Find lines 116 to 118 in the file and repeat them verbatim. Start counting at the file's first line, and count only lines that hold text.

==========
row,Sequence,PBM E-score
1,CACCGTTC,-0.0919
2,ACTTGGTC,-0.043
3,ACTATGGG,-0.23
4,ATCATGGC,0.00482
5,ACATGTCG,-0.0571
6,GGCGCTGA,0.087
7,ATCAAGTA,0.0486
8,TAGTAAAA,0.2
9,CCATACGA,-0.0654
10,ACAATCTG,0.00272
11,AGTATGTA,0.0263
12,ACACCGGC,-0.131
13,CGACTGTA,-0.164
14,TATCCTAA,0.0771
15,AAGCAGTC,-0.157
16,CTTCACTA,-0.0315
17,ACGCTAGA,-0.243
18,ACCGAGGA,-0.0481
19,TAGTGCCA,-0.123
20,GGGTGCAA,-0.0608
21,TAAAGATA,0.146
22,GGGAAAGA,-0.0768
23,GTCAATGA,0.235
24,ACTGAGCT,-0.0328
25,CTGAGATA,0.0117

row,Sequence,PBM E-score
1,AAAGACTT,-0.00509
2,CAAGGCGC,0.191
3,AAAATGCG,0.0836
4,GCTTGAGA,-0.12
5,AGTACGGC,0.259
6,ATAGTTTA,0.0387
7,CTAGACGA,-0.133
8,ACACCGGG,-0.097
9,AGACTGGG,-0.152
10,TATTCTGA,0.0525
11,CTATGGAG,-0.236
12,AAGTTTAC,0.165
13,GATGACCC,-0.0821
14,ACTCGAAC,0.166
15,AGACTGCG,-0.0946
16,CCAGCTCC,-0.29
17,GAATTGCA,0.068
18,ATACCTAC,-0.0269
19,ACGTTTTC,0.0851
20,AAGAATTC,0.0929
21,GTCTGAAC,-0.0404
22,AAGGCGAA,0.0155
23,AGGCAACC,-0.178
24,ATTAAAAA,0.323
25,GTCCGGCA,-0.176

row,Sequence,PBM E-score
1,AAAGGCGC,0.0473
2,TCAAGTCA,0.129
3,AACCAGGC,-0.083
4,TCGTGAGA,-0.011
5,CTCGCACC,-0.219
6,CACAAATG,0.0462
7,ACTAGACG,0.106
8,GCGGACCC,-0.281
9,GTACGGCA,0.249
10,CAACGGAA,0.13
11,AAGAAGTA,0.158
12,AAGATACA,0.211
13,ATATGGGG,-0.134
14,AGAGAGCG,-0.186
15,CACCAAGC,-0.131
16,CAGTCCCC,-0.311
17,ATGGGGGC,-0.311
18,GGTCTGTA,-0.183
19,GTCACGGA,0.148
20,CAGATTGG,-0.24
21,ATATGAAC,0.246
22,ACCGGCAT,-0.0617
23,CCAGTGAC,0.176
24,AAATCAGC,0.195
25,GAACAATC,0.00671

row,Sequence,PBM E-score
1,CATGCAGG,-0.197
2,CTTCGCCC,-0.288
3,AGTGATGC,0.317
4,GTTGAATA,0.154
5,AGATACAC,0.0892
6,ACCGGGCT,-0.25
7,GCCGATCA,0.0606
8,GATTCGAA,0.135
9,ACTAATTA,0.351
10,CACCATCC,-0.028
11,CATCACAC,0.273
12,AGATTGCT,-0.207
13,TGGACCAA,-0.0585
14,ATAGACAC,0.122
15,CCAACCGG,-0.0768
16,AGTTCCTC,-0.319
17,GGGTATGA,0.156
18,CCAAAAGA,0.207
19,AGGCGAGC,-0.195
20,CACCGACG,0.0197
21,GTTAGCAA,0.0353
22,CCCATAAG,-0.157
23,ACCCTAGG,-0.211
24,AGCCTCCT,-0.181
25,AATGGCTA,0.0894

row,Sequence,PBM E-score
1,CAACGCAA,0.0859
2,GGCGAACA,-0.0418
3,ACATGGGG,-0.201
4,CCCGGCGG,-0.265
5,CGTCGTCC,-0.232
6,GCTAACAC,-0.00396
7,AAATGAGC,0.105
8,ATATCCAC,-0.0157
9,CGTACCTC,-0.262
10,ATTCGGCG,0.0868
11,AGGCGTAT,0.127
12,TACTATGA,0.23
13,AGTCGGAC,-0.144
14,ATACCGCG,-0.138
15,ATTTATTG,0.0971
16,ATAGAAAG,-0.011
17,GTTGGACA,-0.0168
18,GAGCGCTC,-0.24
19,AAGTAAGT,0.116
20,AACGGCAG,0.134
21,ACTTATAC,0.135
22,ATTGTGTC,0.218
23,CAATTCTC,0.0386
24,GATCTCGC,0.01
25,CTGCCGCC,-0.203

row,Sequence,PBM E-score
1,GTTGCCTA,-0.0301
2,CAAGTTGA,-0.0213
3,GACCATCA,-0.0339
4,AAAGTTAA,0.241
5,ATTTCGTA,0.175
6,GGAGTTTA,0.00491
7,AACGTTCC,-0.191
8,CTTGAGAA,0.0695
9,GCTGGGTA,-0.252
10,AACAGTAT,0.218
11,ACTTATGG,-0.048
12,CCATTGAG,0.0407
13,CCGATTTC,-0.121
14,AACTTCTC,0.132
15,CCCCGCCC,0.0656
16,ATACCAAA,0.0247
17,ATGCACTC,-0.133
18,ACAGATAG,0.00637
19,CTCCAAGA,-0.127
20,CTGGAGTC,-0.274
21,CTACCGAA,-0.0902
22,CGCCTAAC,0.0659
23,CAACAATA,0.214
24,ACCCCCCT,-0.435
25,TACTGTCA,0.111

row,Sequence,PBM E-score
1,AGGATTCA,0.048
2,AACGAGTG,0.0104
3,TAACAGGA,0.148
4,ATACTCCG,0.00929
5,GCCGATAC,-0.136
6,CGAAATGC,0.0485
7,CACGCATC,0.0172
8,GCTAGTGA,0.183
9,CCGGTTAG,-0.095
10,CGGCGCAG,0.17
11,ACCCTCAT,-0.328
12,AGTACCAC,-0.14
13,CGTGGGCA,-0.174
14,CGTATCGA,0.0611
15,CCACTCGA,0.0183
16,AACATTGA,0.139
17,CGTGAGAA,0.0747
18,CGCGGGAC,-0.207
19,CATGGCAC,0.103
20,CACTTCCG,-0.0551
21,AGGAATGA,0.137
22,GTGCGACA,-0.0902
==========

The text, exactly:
11,AGGCGTAT,0.127
12,TACTATGA,0.23
13,AGTCGGAC,-0.144